Particulars: This course is required for most degrees in mathematics, computer science and math-economics. Math 221 is also a prerequisite for several other courses required for these degrees. Students who have completed Math 250 and desire a more abstract treatment of linear algebra, should consider enrolling in Math 321 instead of Math 221.
Prerequisites: Math 112 or Math 112s or Math 112Z.
000MSC: W201TuTh 11:30am - 12:45pmAlessandro Veneziani
001MSC: W304TuTh 1:00pm - 2:15pmMichele Benzi
MATH 250: Foundations of MathematicsCredits: 4− Description− Sections
Content: This course provides the bridge from calculus to more abstract mathematics courses. It is a small seminar intended to develop the student's ability to work with fundamental logical and mathematical concepts. Emphasis will be placed on the careful and precise expression of ideas.
Particulars: Students planning a degree in Mathematics should complete Math 250 by the end of their sophomore year.
Prerequisites: Math 112 or Math 112s or Math 112Z or consent of instructor.
000MSC: W306MWF 11:45am - 12:35pmEmily Hamilton
MATH 250S: Foundations of MathematicsCredits: 4− Description− Sections
Content: This course provides the bridge from calculus to more abstract mathematics courses. It is a small seminar intended to develop the student's ability to work with fundamental logical and mathematical concepts. Emphasis will be placed on the careful and precise expression of ideas. The students and the instructor will construct proofs of theorems and present them in class.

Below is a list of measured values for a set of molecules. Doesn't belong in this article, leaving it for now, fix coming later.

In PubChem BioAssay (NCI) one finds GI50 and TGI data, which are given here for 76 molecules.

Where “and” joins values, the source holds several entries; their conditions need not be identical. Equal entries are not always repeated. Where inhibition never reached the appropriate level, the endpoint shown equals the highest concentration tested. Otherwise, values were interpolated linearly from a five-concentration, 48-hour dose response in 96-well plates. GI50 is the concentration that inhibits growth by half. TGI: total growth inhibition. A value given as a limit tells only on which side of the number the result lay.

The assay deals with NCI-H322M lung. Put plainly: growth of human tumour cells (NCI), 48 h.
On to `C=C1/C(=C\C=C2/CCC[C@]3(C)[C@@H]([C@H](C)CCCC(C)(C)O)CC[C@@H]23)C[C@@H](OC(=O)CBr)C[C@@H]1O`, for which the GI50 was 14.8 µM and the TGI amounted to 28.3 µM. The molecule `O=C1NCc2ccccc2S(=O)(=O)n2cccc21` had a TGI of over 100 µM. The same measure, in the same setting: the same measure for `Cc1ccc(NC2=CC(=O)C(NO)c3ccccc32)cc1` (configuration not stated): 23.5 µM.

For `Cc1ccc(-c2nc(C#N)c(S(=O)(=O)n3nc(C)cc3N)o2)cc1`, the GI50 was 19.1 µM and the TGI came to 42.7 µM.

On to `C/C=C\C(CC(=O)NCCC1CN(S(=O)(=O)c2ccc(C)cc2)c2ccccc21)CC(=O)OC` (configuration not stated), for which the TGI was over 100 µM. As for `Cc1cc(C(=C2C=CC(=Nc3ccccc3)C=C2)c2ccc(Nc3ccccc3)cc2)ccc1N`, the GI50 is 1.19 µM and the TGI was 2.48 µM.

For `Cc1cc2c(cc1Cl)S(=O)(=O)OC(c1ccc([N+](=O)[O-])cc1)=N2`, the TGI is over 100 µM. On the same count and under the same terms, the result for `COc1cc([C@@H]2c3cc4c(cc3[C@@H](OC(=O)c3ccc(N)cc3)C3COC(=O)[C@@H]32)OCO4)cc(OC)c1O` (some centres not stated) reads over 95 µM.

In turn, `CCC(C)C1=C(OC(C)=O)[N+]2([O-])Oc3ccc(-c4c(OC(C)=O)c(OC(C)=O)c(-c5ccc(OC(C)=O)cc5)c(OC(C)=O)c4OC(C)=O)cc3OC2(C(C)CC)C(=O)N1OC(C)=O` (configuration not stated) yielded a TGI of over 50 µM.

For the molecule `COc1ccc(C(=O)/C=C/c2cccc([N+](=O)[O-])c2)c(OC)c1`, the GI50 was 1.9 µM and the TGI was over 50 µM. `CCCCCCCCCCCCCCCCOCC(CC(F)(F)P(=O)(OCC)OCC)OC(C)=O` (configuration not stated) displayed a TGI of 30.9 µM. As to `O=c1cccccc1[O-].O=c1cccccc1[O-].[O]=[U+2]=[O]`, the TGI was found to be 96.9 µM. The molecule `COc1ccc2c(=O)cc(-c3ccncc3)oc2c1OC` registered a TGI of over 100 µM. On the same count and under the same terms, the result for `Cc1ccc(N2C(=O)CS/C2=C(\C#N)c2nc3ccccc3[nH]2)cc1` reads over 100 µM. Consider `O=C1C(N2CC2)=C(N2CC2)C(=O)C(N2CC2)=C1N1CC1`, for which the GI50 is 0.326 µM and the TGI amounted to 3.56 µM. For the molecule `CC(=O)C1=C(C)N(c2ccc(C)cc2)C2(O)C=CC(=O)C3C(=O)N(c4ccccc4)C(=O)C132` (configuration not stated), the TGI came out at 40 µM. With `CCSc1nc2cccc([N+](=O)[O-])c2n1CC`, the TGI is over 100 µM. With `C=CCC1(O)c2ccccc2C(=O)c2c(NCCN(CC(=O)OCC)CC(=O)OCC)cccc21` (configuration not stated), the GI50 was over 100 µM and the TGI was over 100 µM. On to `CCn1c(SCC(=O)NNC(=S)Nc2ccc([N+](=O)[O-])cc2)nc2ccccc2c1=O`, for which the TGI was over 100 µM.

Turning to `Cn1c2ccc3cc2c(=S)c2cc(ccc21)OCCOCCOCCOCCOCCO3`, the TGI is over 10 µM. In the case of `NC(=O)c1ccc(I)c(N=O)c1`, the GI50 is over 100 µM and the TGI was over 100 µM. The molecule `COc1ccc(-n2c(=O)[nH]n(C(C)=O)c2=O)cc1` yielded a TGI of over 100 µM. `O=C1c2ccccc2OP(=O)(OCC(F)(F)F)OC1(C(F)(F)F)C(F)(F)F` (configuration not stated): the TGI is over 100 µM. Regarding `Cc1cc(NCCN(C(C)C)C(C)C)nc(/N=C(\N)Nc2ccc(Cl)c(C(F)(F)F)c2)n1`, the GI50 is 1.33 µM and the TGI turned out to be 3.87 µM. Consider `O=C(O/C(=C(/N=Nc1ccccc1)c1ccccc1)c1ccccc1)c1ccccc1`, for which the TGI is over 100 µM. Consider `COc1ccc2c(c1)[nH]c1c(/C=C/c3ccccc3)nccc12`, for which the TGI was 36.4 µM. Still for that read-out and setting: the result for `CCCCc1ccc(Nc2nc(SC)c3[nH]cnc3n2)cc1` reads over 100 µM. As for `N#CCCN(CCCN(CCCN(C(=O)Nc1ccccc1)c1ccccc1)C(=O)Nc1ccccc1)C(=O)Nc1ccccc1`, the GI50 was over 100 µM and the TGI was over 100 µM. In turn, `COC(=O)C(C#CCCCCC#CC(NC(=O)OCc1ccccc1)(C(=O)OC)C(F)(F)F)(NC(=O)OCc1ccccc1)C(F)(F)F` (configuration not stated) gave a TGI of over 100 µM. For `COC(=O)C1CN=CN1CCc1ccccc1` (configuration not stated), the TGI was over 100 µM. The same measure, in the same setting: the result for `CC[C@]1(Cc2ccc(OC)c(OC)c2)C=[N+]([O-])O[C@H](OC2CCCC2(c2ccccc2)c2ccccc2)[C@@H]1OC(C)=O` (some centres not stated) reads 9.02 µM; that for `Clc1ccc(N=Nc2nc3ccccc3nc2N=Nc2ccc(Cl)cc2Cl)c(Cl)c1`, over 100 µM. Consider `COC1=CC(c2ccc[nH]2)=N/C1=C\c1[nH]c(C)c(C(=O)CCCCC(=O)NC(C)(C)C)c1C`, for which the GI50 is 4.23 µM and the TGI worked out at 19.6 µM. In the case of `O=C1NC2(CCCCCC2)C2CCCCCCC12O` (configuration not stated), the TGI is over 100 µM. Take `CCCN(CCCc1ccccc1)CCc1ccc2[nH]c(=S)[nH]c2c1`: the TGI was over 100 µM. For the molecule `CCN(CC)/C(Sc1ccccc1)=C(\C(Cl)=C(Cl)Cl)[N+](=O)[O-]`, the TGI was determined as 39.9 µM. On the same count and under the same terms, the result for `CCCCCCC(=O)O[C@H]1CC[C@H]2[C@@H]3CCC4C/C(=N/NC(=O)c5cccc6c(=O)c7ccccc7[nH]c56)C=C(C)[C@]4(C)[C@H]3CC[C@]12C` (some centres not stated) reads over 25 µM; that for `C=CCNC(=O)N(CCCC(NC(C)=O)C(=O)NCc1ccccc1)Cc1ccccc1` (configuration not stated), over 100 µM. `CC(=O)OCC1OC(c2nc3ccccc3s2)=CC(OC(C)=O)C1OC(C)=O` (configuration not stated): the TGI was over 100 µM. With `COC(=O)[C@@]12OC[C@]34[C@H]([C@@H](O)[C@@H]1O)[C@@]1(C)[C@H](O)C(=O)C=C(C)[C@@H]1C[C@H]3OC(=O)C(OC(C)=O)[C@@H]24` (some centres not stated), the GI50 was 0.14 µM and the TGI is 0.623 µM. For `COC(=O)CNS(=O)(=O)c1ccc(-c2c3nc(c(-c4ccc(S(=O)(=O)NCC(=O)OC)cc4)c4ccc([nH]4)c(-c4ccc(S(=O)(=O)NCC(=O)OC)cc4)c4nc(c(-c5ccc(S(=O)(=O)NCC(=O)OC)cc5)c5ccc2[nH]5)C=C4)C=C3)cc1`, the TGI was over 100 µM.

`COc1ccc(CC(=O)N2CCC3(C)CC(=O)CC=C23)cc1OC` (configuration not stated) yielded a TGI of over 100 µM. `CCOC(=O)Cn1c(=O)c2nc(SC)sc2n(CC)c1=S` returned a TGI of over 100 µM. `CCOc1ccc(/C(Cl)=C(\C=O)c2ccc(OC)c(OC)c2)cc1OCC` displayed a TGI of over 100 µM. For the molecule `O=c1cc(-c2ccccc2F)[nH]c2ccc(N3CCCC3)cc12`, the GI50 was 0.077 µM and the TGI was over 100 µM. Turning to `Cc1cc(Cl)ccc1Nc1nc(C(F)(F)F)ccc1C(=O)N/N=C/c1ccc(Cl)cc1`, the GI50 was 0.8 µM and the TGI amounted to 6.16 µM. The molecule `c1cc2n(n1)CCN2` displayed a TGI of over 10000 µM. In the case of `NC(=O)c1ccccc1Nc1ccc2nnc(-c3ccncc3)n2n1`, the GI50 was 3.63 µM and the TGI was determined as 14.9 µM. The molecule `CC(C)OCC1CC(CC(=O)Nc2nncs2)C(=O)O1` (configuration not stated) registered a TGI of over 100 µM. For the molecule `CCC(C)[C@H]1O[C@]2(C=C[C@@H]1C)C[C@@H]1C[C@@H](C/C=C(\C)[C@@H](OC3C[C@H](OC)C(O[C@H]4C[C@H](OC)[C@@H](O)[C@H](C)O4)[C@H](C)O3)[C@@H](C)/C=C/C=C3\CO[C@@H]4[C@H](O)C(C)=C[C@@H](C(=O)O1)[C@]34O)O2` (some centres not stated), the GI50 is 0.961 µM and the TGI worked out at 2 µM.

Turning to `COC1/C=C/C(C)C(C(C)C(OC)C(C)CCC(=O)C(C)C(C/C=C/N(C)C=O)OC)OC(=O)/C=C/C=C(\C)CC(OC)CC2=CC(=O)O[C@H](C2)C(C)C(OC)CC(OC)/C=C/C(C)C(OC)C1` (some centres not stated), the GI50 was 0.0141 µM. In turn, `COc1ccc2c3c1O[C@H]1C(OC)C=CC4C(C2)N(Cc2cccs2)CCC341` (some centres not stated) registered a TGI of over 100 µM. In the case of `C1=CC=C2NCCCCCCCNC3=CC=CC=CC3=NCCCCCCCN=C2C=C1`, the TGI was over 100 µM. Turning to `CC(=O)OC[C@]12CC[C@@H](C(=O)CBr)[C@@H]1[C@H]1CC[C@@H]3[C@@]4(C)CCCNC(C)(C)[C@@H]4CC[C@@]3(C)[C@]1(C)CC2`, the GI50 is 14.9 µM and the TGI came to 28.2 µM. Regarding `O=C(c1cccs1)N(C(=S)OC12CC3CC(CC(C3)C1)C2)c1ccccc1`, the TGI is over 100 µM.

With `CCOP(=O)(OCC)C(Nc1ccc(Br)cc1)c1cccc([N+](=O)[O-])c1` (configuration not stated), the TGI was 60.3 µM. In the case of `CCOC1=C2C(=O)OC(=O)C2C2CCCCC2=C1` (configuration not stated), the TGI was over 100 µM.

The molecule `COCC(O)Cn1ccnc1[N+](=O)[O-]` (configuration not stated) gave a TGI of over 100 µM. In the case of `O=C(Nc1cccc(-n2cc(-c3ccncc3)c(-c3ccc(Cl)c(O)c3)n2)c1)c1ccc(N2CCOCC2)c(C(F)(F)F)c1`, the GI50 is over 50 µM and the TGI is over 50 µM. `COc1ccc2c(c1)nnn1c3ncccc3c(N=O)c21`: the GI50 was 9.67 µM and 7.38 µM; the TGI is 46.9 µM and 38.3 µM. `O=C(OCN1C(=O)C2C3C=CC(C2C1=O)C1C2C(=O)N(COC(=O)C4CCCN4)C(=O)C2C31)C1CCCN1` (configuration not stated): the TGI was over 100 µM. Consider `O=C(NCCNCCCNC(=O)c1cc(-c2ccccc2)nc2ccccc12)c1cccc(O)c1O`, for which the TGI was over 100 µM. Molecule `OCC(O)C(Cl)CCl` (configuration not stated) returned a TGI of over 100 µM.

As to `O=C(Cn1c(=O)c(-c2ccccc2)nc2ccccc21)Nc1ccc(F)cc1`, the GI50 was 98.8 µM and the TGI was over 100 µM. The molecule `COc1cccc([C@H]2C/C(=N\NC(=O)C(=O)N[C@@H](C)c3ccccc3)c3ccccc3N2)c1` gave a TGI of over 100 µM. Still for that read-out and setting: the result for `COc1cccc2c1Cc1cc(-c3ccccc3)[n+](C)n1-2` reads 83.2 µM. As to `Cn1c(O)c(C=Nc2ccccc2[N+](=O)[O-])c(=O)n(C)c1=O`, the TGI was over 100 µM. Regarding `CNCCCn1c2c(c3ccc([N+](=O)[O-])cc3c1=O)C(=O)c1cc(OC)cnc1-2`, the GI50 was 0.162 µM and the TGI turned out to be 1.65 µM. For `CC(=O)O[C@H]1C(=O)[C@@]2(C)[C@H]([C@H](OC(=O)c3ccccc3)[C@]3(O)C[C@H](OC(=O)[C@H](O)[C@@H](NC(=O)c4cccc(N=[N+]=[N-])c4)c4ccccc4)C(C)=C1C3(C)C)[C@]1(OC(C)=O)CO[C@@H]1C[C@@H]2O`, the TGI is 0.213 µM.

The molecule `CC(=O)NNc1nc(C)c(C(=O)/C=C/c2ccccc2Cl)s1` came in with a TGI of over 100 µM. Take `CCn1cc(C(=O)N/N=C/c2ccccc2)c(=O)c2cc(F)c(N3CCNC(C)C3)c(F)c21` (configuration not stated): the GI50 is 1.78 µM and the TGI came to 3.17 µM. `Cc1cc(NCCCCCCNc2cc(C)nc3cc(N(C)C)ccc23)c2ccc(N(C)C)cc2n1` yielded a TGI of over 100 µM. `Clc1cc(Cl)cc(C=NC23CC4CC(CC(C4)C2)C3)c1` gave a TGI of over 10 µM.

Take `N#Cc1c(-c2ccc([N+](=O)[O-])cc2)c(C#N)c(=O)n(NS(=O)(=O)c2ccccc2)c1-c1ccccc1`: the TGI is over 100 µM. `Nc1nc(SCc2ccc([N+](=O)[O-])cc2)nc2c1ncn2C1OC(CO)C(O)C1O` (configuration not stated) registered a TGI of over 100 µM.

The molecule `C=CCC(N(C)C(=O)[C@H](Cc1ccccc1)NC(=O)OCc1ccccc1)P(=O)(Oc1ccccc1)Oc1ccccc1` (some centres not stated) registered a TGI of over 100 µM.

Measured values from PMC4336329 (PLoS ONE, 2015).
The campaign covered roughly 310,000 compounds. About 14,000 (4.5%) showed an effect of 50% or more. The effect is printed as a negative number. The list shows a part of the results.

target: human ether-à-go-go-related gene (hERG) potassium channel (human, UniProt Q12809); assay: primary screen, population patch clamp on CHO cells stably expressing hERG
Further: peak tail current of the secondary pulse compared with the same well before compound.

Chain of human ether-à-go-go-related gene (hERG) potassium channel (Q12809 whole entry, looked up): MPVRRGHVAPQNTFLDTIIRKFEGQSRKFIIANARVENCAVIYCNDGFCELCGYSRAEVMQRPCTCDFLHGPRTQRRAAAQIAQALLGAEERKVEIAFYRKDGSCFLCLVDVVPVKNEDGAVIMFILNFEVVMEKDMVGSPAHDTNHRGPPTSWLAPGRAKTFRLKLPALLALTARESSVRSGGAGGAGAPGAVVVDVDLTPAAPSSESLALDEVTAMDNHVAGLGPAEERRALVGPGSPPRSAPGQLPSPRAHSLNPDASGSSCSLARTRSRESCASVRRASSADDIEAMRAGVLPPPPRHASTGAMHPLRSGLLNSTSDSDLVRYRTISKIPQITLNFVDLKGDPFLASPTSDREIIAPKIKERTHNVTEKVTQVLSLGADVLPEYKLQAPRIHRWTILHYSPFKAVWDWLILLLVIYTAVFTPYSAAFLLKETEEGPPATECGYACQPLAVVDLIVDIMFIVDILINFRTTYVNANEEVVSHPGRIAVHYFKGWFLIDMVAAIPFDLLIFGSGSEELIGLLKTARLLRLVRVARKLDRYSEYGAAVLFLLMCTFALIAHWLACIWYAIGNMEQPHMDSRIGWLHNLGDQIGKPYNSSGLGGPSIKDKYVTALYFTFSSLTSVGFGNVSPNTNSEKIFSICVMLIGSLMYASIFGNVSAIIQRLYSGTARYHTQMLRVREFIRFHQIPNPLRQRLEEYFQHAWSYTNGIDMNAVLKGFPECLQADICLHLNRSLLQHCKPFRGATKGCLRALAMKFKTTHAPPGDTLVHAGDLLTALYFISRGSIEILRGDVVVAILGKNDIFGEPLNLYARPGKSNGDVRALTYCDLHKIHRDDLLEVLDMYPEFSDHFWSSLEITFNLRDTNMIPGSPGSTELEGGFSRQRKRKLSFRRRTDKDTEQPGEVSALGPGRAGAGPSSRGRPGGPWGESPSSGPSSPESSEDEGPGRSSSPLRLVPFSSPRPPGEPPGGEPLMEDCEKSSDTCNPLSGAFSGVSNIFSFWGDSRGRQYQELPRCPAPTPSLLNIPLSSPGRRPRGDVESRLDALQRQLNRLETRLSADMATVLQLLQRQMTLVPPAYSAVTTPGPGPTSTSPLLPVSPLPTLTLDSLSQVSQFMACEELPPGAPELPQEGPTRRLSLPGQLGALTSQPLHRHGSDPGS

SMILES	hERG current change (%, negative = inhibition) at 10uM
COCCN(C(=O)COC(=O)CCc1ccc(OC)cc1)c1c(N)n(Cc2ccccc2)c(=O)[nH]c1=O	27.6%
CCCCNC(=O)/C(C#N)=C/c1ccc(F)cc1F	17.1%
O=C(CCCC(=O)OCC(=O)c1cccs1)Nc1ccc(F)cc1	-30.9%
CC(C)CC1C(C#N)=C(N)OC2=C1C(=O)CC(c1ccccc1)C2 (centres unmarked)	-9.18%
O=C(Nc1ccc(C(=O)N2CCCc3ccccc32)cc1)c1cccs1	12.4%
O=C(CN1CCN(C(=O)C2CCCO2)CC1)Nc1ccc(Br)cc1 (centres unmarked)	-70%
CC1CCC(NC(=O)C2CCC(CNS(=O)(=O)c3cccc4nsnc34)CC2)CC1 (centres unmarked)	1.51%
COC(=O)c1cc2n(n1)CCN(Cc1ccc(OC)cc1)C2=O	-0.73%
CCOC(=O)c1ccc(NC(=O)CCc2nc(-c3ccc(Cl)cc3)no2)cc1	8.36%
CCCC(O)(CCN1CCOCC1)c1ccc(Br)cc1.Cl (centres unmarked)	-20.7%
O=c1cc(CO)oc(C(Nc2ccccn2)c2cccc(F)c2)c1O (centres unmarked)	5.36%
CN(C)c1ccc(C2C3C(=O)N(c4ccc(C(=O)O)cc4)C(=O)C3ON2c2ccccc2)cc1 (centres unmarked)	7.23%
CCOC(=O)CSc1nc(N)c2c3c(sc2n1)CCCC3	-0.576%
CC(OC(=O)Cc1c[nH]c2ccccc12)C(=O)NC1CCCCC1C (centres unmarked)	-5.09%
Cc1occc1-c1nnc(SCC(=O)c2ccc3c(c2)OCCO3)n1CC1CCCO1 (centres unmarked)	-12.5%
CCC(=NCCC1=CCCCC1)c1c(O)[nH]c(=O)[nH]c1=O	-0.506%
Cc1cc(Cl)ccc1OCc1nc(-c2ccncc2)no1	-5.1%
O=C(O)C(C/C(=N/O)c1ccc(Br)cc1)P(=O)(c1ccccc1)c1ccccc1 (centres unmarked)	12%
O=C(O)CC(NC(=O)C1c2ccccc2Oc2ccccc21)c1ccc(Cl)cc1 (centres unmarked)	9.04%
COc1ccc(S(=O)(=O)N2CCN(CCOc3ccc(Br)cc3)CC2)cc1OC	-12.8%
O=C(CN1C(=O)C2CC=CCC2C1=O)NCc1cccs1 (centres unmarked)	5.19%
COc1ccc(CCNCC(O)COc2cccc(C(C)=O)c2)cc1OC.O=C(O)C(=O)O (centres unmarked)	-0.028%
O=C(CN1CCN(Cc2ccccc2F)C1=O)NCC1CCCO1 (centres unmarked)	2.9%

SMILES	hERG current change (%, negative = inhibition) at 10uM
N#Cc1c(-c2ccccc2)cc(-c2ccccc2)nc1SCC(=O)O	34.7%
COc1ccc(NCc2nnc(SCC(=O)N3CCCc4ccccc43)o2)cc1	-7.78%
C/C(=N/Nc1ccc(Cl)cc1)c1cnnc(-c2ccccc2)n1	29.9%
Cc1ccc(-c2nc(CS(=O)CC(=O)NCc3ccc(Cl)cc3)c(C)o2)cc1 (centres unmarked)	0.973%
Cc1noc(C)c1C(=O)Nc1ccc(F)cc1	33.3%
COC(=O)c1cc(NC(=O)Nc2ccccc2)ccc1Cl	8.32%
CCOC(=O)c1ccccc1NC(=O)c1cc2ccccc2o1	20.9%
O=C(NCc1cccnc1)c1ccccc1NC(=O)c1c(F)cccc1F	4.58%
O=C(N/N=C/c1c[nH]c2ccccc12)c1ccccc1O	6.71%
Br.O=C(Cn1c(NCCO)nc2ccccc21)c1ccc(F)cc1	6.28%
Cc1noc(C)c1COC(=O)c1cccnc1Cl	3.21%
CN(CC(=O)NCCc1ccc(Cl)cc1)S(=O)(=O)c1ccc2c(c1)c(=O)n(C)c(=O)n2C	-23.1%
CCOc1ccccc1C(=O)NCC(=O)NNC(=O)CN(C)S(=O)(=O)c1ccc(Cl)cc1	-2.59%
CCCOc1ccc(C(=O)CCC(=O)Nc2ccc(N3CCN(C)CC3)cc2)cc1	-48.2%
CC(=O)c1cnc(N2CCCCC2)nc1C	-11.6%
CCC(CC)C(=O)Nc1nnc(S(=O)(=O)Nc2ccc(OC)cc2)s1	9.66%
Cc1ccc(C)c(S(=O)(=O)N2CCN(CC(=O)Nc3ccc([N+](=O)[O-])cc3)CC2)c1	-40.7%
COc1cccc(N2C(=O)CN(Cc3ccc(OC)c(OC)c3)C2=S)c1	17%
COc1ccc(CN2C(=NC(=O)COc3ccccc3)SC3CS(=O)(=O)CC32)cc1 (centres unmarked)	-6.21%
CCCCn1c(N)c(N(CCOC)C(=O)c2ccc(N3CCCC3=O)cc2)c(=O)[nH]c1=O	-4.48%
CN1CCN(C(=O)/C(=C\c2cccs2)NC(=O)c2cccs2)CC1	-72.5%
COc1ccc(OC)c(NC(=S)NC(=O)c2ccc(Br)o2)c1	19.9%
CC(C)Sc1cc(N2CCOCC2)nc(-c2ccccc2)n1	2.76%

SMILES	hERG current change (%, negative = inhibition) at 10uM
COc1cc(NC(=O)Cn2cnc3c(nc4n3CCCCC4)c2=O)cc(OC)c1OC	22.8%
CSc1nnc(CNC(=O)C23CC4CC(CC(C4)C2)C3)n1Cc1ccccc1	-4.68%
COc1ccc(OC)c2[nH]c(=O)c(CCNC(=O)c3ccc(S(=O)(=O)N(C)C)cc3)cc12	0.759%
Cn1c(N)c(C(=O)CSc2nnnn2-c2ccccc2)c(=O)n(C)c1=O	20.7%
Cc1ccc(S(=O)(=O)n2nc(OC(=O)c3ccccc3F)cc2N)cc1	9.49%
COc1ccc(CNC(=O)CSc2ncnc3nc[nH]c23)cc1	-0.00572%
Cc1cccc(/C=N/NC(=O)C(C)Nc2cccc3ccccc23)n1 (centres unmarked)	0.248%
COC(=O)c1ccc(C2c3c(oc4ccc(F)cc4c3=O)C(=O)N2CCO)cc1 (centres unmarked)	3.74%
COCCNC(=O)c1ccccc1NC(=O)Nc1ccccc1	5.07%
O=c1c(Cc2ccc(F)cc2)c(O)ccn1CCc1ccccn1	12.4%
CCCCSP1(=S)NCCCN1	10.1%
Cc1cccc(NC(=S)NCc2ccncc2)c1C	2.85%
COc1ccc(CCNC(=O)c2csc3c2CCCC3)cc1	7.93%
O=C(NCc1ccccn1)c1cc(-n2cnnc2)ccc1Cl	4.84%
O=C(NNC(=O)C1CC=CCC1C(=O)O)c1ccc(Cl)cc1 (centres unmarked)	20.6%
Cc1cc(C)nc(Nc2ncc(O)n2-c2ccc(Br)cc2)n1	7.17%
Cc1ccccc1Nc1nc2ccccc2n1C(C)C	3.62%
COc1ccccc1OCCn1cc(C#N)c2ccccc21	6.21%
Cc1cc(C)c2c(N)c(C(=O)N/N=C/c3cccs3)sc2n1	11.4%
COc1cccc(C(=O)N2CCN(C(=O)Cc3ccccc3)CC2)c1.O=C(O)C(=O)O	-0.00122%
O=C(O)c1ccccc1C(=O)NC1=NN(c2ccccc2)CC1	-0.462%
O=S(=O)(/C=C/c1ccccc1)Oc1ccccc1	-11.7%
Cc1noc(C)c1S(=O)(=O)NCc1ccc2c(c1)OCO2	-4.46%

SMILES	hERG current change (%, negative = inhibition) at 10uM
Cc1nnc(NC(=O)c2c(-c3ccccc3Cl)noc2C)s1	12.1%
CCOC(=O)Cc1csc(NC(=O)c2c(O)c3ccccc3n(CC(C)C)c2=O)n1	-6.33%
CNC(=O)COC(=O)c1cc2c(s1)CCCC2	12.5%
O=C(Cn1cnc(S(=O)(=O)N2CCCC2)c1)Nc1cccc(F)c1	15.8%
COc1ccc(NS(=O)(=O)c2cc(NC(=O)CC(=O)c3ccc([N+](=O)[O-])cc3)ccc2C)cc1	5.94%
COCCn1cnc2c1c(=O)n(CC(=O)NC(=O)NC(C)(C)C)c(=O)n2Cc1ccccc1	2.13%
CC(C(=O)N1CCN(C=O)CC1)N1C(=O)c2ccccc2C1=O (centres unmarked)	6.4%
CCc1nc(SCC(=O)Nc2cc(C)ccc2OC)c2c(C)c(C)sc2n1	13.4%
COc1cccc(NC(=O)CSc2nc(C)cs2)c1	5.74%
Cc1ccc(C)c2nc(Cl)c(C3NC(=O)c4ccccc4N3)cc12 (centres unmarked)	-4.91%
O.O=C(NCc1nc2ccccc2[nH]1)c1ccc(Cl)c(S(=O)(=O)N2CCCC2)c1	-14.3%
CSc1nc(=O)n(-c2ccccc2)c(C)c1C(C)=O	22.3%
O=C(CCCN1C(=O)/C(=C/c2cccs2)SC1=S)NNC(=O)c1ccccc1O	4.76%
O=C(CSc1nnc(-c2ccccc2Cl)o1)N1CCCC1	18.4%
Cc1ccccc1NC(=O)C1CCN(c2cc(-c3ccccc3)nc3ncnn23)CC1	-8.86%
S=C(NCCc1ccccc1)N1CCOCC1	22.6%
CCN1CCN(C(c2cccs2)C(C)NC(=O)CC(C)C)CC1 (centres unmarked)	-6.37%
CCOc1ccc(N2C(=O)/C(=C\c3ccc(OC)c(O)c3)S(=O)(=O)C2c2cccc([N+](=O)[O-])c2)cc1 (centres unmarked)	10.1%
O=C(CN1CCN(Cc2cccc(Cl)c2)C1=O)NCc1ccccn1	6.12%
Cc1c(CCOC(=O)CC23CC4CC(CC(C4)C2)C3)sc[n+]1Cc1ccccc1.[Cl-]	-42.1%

Particulars: Students planning a degree in Mathematics should complete Math 250 by the end of their sophomore year.
Prerequisites: Math 112 or Math 112s or Math 112Z or consent of instructor.
000MSC: E408MWF 9:35am - 10:25amWilliam Mahavier
001MSC: E406TuTh 11:30am - 12:45pmRobert Roth
MATH 315: Numerical AnalysisCredits: 4− Description− Sections
Content: Solving scientific problems using the computer. Topics include linear and nonlinear equations, approximation and interpolation, error analysis, numerical solution of differential equations.
Particulars: Math 221, and CS 150 or CS 170, or equivalent programming experience. A number of (mathematical) problem assignments and (computer) programming assignments will be assigned. All programming assignments will be done using MATLAB. No previous MATLAB experience is required. A number of (mathematical) problem assignments and (computer) programming assignments will be assigned.
Prerequisites: Math 221, and CS 150 or CS 170, or equivalent programming experience.
000MSC: W303TuTh 1:00pm - 2:15pmJames Nagy
MATH 318: Complex VariablesCredits: 4− Description− Sections